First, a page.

By the time she turned to confront the men crowding toward her, her eyes were on fire with a hideous fury. The similarity to the final image of the video was unmistakable, though experiencing it in person could bear no finite relation to watching pixels on a screen. No one moved.
The rumble of several large vehicles was audible in the quiet. A moment later, the double doors burst open and a team of heavily armed men in body armor rushed in, as if on cue, followed by Ethan and Connie. They stood silently at one end of the bar, gun barrels leveled against the crowd. Everyone in the room backed away, anxious to appear less than usually threatening. The girl addressed the main table again.
“I’m not here to fight,” she said darkly. “I’m here to give you some friendly advice. Take that video down before it brings you real trouble.” No one said anything. After a moment, she continued. “There are people looking for me, nasty people, much nastier than you, who will trace that website back here. And when they come, they will rain destruction down upon you.”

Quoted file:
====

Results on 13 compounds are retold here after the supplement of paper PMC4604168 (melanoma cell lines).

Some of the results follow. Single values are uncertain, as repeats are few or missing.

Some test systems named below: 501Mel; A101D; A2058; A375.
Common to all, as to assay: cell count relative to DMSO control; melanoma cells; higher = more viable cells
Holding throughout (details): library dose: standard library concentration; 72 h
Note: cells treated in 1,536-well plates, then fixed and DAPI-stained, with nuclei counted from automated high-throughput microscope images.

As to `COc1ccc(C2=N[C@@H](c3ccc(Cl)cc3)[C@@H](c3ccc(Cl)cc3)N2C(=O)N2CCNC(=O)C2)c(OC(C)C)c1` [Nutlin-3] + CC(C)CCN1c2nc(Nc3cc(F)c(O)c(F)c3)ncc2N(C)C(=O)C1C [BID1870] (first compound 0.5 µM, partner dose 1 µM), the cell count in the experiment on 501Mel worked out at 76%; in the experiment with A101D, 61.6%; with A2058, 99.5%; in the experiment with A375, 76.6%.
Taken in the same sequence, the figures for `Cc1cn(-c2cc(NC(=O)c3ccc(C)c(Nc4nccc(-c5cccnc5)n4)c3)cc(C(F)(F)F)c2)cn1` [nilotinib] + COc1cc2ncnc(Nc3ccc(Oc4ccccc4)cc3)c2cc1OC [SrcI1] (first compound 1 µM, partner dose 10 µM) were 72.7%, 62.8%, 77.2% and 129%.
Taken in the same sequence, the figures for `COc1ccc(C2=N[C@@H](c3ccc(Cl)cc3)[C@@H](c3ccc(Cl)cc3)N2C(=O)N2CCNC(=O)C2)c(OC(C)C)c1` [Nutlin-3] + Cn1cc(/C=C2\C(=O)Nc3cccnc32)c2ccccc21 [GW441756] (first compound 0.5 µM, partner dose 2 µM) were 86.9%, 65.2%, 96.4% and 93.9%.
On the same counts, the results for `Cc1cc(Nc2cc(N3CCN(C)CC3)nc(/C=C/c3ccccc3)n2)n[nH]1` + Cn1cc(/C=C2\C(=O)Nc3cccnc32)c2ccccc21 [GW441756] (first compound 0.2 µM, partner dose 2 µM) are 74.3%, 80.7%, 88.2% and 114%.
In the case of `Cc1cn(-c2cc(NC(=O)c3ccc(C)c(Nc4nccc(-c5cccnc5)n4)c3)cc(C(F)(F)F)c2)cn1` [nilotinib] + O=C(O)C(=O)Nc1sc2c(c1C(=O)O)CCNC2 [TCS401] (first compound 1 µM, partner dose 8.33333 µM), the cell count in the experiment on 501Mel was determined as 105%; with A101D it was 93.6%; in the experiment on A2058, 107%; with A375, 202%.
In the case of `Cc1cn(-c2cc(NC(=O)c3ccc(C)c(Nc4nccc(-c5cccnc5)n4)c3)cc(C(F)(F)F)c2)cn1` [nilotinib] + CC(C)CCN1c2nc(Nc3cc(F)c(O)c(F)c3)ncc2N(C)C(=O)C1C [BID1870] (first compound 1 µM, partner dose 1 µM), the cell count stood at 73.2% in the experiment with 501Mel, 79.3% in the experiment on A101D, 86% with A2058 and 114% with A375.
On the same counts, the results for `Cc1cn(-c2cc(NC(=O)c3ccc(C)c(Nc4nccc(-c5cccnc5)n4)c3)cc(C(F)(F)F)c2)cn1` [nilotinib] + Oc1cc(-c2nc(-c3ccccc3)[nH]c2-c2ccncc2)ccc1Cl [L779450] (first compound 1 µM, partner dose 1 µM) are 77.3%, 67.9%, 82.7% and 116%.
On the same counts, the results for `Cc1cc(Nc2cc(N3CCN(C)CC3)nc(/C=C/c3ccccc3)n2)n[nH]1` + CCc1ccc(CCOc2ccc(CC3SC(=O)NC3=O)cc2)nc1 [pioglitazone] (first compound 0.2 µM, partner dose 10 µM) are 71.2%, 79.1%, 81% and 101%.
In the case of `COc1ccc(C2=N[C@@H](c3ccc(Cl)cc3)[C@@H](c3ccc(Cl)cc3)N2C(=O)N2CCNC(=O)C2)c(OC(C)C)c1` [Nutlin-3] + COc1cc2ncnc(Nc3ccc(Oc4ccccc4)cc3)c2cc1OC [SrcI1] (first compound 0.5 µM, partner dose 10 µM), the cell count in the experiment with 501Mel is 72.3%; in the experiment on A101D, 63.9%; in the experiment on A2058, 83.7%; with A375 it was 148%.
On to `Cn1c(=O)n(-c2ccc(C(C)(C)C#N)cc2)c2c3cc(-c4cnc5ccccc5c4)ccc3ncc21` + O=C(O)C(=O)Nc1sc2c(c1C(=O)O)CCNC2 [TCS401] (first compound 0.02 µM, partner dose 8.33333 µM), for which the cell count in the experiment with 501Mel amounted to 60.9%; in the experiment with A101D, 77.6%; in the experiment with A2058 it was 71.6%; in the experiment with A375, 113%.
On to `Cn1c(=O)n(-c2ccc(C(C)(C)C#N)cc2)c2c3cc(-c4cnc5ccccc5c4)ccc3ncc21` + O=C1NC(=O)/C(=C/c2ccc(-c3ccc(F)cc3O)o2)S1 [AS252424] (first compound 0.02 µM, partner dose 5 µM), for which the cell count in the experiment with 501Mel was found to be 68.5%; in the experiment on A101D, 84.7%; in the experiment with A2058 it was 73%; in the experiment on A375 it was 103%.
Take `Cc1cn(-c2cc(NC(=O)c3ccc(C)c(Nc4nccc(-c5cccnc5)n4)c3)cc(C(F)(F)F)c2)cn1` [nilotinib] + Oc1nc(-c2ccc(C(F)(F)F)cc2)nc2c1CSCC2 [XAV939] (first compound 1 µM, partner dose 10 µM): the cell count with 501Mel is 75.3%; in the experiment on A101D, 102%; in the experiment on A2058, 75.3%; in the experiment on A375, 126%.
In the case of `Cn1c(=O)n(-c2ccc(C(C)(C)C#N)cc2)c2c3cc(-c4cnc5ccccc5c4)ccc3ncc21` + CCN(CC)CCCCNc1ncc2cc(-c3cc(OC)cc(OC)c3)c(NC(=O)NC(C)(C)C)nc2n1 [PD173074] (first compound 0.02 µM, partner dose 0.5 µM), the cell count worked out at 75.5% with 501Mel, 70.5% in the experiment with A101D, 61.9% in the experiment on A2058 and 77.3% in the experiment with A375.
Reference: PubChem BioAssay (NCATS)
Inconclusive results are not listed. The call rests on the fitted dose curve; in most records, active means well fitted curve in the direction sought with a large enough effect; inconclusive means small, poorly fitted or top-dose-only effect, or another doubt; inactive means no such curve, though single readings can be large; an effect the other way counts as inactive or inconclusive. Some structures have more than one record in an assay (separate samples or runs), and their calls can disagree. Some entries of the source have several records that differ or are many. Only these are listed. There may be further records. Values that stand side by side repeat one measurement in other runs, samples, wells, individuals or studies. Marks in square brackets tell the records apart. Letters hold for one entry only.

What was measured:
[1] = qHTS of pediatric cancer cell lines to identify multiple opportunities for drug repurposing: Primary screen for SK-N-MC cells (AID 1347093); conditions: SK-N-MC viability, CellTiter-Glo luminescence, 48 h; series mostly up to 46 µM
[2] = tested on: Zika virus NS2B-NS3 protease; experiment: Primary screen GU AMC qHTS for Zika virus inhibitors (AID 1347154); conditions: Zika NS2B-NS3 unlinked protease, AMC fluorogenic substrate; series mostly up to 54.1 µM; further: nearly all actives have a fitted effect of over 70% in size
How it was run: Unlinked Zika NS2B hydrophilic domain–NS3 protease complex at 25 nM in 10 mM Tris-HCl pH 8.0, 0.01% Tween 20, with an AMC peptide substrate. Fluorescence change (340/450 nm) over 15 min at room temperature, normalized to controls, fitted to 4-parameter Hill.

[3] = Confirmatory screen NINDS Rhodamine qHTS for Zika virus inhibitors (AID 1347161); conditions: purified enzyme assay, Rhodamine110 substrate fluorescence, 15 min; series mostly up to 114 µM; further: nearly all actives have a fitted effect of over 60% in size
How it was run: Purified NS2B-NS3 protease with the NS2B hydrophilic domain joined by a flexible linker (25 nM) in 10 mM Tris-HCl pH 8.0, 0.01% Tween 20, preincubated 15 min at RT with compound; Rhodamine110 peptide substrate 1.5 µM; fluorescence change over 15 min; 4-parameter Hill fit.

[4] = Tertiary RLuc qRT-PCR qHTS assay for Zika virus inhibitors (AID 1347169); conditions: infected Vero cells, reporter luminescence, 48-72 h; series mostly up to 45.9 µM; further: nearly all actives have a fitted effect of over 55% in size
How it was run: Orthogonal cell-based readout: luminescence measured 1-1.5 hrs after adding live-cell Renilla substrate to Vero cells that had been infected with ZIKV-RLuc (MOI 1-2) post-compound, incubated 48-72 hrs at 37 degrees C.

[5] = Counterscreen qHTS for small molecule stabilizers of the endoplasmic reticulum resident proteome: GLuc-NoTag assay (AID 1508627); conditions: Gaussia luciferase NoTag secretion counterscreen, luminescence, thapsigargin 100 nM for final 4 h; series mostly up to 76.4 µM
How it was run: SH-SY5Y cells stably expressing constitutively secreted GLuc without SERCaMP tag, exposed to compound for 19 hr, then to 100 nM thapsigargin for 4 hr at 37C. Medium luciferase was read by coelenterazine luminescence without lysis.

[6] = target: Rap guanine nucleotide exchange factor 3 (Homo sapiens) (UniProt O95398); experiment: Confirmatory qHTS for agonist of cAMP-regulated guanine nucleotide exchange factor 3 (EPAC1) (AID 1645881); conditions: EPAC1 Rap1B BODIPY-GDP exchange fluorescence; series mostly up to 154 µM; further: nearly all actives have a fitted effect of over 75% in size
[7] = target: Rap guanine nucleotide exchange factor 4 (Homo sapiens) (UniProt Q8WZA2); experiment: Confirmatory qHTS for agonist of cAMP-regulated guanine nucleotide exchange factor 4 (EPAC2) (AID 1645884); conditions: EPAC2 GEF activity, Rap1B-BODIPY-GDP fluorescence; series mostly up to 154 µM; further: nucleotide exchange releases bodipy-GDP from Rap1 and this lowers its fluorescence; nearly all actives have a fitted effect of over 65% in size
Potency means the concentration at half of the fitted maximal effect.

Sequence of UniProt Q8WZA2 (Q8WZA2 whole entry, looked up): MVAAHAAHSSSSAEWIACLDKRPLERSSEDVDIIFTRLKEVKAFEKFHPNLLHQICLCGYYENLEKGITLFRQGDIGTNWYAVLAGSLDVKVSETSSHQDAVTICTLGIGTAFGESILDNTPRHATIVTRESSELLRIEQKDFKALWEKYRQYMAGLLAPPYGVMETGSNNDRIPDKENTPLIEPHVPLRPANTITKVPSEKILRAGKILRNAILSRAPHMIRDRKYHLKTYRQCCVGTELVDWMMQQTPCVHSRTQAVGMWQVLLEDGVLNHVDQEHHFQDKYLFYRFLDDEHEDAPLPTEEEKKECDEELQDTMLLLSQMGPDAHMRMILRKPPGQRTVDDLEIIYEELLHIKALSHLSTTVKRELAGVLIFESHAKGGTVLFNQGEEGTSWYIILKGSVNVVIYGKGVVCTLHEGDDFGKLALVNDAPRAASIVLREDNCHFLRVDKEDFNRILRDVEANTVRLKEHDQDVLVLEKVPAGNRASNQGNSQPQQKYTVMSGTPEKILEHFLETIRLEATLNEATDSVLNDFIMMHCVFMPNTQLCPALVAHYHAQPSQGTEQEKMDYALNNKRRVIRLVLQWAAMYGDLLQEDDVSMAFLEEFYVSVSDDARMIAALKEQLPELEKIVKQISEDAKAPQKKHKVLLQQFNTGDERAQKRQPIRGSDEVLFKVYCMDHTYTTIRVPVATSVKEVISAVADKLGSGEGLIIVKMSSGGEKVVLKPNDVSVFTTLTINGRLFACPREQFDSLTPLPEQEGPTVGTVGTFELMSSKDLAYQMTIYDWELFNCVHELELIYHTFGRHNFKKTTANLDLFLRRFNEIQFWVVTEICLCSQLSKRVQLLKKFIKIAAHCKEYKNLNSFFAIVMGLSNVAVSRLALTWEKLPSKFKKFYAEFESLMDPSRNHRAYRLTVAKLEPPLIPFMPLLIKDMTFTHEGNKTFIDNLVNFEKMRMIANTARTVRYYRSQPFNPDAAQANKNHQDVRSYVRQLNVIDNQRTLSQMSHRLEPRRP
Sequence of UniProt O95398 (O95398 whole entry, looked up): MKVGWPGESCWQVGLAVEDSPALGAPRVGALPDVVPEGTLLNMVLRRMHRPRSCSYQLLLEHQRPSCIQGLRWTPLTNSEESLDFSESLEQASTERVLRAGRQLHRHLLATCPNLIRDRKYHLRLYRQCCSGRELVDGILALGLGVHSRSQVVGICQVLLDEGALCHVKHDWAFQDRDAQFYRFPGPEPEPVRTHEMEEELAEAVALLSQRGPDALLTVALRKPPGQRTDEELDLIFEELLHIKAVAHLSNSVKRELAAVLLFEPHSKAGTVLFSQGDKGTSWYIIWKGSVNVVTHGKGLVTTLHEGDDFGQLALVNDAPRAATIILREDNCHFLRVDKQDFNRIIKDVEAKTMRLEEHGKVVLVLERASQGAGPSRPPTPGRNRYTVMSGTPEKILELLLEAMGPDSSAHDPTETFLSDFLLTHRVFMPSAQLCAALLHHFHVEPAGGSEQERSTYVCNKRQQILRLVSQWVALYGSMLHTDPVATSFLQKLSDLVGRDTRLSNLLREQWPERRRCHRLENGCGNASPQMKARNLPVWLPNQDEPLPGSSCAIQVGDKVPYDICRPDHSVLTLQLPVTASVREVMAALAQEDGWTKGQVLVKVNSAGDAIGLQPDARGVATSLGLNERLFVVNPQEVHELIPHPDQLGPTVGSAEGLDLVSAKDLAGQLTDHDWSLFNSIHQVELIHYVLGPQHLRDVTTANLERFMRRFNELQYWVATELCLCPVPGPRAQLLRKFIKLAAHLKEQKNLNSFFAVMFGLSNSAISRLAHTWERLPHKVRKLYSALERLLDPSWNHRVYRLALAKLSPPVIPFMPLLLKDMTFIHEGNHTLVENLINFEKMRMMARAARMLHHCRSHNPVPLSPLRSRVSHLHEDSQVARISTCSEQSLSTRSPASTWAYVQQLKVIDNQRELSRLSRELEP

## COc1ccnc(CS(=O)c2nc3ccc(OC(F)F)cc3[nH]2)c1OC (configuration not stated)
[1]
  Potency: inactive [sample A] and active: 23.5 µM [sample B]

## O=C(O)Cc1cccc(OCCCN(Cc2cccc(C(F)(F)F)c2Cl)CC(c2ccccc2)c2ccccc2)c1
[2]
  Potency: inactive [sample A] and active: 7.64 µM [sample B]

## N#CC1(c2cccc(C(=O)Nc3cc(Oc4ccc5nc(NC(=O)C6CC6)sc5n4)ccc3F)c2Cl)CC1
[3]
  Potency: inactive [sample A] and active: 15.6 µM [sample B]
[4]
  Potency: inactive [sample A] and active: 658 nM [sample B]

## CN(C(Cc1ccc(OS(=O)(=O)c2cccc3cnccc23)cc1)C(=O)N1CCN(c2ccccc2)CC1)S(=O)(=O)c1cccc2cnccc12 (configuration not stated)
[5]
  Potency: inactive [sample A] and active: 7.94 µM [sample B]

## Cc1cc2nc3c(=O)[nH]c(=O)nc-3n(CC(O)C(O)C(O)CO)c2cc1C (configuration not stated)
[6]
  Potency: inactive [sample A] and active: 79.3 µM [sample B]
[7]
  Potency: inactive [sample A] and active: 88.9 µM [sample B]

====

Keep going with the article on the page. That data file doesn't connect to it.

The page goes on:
Still silence. She turned to the large man who had forestalled any fighting with his hand. After a long, cool stare she asked his name.
“Luther,” he replied in a little voice.
She leaned over to touch his hand and surreptitiously slipped him a card.
“Here’s how you can get a message to me,” she said in a much softer tone just for him. His face relaxed noticeably as he looked into her eyes.
“What’s your name?”
“Emily,” she whispered. “Emily Kane. My friends call me Em.”
She turned and walked directly to her companions by the front door. The crowd parted, apparently eager to avoid touching her or impeding her progress. She smiled at Connie. A finger snap, a sharp gesture from Ethan and the armed men followed her outside. A moment later they were gone.
The mood in the roadhouse could not easily find a suitable register after she left. No one quite knew what to say. Most eyes looked to Luther for some sort of guidance. Prior to this moment he had not been the leader of the gang. But Emily’s attentions practically anointed him, against his will and much to the consternation of his bandaged chief. Later, in private, he burned the card after committing the information to memory.